Experience adventure and explore nature on South America tours with a cruise like no other!
South America is a living gallery of nature’s diversity. From the colours and gorgeous warm beaches of Cartagena, to the windswept landscapes that watch over the Strait of Magellan, there’s barely an environment or climate that isn’t represented somewhere on this vast and complex continent. It’s home to the world’s largest living rainforest, the ruins of what was once the world’s largest empire, a natural archipelago where animals unseen elsewhere have never learned to fear humans, and one of the world’s most awesome mountain ranges, crossed with vast glaciers and fjords.
It’s also an ideal destination to explore on the water. A South America cruise isn’t about predictable tourist ports or relaxing by the pool. Instead, it’s an adventure that can bring you face to face with nature at its wildest and most beautiful.
Covering over 2.1 million square miles, the Amazon rainforest is one of the most biodiverse regions in the world, and offers the ultimate river cruise for anyone who loves nature. The forest itself spans a massive nine countries, though the most popular choice for an Amazon cruise is Brazil. Goway works with a select group of luxurious vessels, ensuring utmost service and comfort while you enjoy nature’s gifts on South America tours.
Most Brazil Amazon cruises depart from Manaus. Here, Globetrotters can catch a glimpse of the striking Meeting of the Waters, where the Amazon meets, yet never mixes with the Rio Negro. The city is also home to one of the world’s most impressive opera houses, when you’re back on land. Peru and Ecuador offer equally exciting and luxurious opportunities to explore, usually departing from Iquitos or Coca, respectively. These options may not be quite so “in the thick of things,” but both offer lighter tourist numbers and easier visa requirements than Brazil.
Regardless of which country you choose, expect more competition, but also better weather in high season, which runs from July to September and through December and January. If spotting non-aquatic wildlife is your priority, you’re better off booking a cruise between March and June. This season also happens to bring many of the Amazon’s most colourful flowers into bloom.
The Galapagos Islands
For wildlife lovers on South America tours, there’s no greater pilgrimage. If the Galapagos Islands didn’t exactly inspire Charles Darwin’s theories on evolution, they certainly helped solidify them. A Galapagos cruise will change the way you think about close encounters with nature, as you walk among inquisitive iguanas, sea lions, giant tortoises, and a wide variety of bird life. The volcanic landscape of the islands provides a unique and colourful backdrop to your exploration. It isn’t all about the animals either. Old pirate hideouts and a surprisingly reliable historic mailbox are among the human oddities that dot this wildlife haven.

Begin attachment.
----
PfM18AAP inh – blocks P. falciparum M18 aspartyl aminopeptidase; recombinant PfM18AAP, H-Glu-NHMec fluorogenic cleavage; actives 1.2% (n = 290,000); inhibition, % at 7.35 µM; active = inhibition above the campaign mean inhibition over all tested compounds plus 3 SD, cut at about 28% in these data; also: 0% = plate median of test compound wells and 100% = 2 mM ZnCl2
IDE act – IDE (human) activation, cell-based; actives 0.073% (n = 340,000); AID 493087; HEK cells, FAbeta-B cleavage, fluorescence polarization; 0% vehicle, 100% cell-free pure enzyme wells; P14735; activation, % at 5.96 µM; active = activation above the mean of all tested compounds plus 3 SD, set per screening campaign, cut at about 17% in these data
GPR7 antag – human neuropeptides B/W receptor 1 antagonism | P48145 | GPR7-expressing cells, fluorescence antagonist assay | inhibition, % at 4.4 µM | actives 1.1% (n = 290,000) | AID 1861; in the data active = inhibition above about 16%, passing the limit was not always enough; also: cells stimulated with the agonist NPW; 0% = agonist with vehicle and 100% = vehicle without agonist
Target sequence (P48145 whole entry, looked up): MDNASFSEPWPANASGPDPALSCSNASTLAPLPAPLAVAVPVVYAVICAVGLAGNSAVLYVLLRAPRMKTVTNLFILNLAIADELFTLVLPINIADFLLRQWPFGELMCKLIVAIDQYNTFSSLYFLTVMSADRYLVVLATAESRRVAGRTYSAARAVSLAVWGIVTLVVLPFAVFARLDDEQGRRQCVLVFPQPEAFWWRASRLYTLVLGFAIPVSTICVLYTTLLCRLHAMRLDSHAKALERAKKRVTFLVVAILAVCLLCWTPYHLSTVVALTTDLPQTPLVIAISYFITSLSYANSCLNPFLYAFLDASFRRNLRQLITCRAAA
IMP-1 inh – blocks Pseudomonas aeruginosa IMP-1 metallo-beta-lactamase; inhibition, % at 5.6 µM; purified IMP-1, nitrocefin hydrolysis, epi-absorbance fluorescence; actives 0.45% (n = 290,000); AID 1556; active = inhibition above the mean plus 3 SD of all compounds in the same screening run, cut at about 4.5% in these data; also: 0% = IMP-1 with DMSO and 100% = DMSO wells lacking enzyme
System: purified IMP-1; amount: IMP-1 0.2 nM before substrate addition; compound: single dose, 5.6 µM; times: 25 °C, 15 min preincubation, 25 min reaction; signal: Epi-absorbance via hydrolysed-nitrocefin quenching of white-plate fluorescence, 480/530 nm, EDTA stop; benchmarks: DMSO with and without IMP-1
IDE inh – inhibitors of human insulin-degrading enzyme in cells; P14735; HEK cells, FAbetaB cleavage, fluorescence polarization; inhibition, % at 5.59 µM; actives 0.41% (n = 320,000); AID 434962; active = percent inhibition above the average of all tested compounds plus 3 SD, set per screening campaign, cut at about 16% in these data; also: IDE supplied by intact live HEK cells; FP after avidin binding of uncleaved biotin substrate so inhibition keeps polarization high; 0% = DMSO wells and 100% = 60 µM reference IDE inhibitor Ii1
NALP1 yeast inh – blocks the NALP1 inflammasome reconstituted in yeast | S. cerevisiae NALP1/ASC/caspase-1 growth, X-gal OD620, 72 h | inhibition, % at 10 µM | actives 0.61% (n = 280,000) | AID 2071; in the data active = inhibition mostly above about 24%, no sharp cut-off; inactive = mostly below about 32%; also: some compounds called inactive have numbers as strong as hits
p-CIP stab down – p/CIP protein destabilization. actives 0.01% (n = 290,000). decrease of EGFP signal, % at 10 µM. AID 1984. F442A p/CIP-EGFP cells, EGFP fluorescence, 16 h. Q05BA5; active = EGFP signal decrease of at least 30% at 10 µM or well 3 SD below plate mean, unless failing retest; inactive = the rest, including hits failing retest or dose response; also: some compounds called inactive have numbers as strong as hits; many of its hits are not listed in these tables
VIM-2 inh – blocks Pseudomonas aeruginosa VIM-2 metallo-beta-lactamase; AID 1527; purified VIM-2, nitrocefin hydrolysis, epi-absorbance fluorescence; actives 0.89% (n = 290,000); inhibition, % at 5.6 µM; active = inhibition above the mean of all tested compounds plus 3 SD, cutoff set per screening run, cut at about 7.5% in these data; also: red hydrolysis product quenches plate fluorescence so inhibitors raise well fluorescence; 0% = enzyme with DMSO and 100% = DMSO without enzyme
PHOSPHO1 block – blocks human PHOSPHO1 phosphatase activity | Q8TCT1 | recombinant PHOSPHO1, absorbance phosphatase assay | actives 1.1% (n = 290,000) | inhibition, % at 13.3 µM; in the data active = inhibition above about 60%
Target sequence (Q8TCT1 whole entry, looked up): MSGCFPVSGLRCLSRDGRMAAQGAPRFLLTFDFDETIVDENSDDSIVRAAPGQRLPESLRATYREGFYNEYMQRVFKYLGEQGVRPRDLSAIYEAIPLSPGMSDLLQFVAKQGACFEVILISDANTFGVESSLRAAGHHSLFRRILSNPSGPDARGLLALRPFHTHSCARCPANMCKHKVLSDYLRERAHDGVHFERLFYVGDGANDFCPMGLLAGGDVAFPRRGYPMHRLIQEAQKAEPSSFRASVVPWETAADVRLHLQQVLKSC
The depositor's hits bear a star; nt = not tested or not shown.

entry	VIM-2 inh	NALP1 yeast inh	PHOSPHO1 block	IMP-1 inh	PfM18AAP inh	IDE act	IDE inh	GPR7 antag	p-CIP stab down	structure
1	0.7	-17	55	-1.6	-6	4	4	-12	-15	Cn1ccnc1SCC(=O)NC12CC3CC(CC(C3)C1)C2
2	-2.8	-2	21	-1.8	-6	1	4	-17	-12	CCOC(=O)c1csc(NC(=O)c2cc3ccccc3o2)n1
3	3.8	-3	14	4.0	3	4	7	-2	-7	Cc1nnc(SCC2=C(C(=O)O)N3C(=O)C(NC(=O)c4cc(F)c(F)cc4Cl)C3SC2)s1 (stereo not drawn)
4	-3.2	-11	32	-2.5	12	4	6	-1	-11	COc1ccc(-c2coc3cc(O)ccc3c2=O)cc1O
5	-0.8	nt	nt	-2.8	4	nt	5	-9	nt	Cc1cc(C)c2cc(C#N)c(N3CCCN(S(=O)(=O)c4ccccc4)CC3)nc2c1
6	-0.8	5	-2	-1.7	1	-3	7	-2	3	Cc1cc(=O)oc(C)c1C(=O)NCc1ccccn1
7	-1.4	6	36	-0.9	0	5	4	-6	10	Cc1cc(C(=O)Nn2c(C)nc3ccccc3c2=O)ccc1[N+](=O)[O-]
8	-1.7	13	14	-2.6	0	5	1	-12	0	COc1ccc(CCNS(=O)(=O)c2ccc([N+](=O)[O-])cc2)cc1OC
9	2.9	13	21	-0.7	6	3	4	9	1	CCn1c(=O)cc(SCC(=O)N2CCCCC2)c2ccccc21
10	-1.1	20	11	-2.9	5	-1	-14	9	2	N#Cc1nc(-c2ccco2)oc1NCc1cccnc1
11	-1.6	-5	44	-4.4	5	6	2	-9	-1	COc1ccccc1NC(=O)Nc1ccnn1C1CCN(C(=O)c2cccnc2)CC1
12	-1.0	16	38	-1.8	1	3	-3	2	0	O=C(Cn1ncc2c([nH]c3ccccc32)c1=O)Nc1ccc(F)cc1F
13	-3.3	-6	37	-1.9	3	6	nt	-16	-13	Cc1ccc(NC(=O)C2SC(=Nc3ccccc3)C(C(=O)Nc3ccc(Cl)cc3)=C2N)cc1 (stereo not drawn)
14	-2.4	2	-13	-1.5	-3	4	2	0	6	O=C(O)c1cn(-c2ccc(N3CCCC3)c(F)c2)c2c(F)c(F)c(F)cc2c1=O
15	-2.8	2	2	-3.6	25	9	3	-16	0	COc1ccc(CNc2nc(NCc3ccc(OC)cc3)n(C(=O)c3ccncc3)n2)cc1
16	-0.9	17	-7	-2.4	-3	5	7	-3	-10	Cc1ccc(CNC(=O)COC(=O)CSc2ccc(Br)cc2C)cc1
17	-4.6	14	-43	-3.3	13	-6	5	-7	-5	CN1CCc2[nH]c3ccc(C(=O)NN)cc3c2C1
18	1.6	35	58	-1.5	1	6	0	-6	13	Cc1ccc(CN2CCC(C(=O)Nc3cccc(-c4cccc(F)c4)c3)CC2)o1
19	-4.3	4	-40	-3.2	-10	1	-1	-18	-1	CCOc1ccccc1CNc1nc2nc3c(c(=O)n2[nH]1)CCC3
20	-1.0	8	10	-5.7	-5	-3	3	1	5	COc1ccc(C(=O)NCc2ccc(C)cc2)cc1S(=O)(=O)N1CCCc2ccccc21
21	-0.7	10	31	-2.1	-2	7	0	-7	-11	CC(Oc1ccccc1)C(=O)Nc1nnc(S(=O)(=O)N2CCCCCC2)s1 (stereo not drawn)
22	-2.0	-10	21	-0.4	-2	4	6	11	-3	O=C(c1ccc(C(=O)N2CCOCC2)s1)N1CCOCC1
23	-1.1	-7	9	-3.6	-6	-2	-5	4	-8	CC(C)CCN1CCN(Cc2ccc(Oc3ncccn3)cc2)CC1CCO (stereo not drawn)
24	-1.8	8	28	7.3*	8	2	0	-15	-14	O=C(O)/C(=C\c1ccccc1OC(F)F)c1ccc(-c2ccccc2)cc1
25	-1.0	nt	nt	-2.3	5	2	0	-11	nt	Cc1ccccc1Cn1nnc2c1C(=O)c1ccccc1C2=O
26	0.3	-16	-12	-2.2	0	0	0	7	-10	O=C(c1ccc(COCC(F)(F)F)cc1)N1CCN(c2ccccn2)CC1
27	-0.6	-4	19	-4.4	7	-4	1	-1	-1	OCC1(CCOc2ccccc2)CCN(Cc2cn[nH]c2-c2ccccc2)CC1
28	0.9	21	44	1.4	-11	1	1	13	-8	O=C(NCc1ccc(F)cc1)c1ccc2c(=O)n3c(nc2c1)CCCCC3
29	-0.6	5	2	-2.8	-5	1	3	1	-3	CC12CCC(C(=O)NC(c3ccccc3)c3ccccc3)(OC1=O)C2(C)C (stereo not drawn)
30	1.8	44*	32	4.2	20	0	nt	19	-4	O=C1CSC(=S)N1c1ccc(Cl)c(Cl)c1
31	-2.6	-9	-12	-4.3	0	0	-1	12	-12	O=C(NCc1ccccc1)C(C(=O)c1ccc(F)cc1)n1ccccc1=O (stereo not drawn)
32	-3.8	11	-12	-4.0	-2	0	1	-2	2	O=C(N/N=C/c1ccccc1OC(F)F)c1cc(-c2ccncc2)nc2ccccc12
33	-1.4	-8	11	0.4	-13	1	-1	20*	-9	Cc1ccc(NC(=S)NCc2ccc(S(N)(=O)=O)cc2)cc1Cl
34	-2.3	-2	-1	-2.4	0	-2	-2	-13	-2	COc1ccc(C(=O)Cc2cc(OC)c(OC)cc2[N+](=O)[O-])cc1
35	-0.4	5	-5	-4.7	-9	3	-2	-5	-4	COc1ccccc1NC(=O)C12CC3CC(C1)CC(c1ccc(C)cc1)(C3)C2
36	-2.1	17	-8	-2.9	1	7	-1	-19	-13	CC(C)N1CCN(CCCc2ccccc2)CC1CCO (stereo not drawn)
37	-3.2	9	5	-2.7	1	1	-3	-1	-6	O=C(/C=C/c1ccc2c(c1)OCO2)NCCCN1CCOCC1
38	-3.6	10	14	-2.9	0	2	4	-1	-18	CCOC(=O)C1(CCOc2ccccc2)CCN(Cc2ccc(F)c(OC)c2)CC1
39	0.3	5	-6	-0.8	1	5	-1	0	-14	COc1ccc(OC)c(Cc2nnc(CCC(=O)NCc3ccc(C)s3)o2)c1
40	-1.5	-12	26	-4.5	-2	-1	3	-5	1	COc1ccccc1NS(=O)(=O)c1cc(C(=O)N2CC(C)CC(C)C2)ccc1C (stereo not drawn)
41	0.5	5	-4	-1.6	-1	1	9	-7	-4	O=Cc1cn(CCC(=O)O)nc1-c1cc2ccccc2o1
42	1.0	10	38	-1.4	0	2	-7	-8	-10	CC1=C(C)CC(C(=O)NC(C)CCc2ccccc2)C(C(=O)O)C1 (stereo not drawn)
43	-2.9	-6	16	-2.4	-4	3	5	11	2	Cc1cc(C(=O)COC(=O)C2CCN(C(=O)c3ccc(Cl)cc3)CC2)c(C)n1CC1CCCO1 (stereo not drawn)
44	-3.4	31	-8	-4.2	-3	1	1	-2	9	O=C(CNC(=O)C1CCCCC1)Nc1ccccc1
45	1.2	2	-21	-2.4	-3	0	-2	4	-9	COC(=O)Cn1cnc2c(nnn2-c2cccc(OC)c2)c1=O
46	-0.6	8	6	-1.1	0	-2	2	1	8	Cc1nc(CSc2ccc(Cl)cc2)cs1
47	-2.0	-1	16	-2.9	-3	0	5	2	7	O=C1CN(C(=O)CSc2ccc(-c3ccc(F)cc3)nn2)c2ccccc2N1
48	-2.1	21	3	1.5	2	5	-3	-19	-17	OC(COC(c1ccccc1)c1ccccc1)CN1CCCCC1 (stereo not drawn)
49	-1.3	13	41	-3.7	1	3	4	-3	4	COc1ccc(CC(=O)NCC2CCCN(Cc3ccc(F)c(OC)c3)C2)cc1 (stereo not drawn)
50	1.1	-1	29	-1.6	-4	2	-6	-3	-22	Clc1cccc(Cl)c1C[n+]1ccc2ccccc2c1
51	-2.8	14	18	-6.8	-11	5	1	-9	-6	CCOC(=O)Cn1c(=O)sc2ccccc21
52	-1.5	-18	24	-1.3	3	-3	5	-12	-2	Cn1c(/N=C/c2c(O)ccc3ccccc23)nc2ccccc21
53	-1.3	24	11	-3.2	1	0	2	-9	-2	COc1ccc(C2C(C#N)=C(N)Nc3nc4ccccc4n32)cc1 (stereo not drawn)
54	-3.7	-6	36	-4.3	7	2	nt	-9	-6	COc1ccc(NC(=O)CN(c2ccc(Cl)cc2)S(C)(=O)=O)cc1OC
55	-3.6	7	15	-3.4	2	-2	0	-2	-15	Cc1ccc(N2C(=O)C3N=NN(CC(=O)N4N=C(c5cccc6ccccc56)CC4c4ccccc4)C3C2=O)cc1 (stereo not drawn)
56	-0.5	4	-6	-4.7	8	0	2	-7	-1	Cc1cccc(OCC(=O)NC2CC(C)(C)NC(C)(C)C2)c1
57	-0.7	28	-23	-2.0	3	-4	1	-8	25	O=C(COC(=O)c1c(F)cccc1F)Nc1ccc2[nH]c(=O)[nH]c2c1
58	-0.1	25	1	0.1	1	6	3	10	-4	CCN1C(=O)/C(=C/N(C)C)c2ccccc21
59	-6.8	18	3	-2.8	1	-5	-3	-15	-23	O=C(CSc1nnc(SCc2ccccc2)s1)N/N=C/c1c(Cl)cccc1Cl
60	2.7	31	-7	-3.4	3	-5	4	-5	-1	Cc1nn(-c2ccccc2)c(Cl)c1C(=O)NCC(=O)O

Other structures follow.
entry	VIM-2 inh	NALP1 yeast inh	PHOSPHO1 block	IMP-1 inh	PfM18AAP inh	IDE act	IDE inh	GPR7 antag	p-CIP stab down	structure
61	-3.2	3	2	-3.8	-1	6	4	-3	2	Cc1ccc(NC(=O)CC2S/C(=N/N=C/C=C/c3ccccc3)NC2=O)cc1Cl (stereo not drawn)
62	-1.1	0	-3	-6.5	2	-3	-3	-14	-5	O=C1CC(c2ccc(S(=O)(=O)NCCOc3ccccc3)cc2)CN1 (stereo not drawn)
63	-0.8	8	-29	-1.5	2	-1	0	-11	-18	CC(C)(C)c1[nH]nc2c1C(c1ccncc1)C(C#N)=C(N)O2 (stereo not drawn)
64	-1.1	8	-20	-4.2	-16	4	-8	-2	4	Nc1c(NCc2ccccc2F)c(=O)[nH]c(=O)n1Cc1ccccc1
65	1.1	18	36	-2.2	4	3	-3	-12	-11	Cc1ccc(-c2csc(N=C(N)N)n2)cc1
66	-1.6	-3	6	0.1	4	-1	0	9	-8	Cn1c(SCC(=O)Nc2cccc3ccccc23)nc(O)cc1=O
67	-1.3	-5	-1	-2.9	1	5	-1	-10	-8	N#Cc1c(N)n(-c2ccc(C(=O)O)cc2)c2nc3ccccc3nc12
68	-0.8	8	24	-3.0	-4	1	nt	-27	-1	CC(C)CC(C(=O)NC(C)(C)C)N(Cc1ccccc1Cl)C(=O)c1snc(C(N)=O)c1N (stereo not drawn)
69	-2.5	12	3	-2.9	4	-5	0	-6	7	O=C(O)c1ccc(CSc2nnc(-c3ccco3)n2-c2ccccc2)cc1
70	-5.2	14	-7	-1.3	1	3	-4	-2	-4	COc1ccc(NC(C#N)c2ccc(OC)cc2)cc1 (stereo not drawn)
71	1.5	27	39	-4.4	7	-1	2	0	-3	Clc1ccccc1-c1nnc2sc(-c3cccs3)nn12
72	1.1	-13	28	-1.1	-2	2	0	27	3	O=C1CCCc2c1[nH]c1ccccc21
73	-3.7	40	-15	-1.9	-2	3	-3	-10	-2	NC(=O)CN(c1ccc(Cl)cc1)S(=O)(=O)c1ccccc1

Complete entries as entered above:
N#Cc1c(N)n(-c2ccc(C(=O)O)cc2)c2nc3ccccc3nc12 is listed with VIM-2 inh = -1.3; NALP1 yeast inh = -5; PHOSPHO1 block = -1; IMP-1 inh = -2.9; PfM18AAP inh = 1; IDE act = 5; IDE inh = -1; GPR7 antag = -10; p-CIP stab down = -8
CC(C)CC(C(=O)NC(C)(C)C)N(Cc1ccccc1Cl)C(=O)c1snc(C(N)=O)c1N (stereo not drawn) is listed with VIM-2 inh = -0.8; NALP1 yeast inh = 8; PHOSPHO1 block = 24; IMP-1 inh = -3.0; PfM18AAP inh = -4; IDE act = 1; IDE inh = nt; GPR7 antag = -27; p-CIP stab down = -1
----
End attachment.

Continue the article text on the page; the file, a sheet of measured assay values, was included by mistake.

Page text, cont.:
The Galapagos Islands are a definitive South America cruise experience. Even with tight regulation, there are plenty of options out there, and cruises are well coordinated so as not to overwhelm or damage this delicate ecosystem. A good Galapagos cruise starts at around four days, and can extend up to a week or more, depending on how much you want to see. Most vessels employ naturalist guides to help put your discoveries into context, but the size of your vessel can make all the difference. The Galapagos is a destination most people will experience only once in their lives, so it’s worth splashing out a little extra for a coveted spot on a small vessel, where a high crew to passenger ratio ensures you get the most out of the experience.
From coming face to beak with a blue-footed boobie, to watching an enormous sunfish fall prey to a hungry killer whale (true story), you never know what you might see in Ecuador’s Galapagos Islands.
Patagonia: The wilder side of Chile and Argentina
For what seemed like countless years, the Strait of Magellan presented the ultimate navigational challenge for ships attempting to round the tip of Cape Horn and reach the calmer waters of the Pacific Ocean. Today, it’s a popular cruise route, and modern day “explorers” are more interested in the scenery than trade opportunities or the navigational challenge (sports sailing is another story).
But what scenery it is!
Patagonia is one of the world’s great wilderness regions, and the further south you go, on South America tours, the wilder it gets. Cruises focused on this incredible landscape often depart from Punta Arenas, Chile, or Ushuaia, Argentina, often called (and disputed as) the southernmost city in the world. Cruising here, you’ll most likely visit Cape Horn and sail through Glacier Alley, keeping an eye out for native birds and other creatures that thrive in this harsh but beautiful environment. Zodiac expeditions take you in for a closer look.
A cruise in the region can also be taken as part of a much longer ocean itinerary that connects two of South America’s greatest cities. Buenos Aires is often beloved as the “Paris” of South America, with its appetite for the arts, great food and wine, street-side café culture, and inexhaustible nightlife. But if Buenos Aires is the Paris of the South, Santiago is its Berlin. Vast, complicated, and bearing scars of a sometimes brutal past, Santiago is today one of the most exciting cities in South America, with fierce creative and culinary scenes, nightlife that never stops, and a wealth of cultural attractions, all at the foot of the magnificent Andes.
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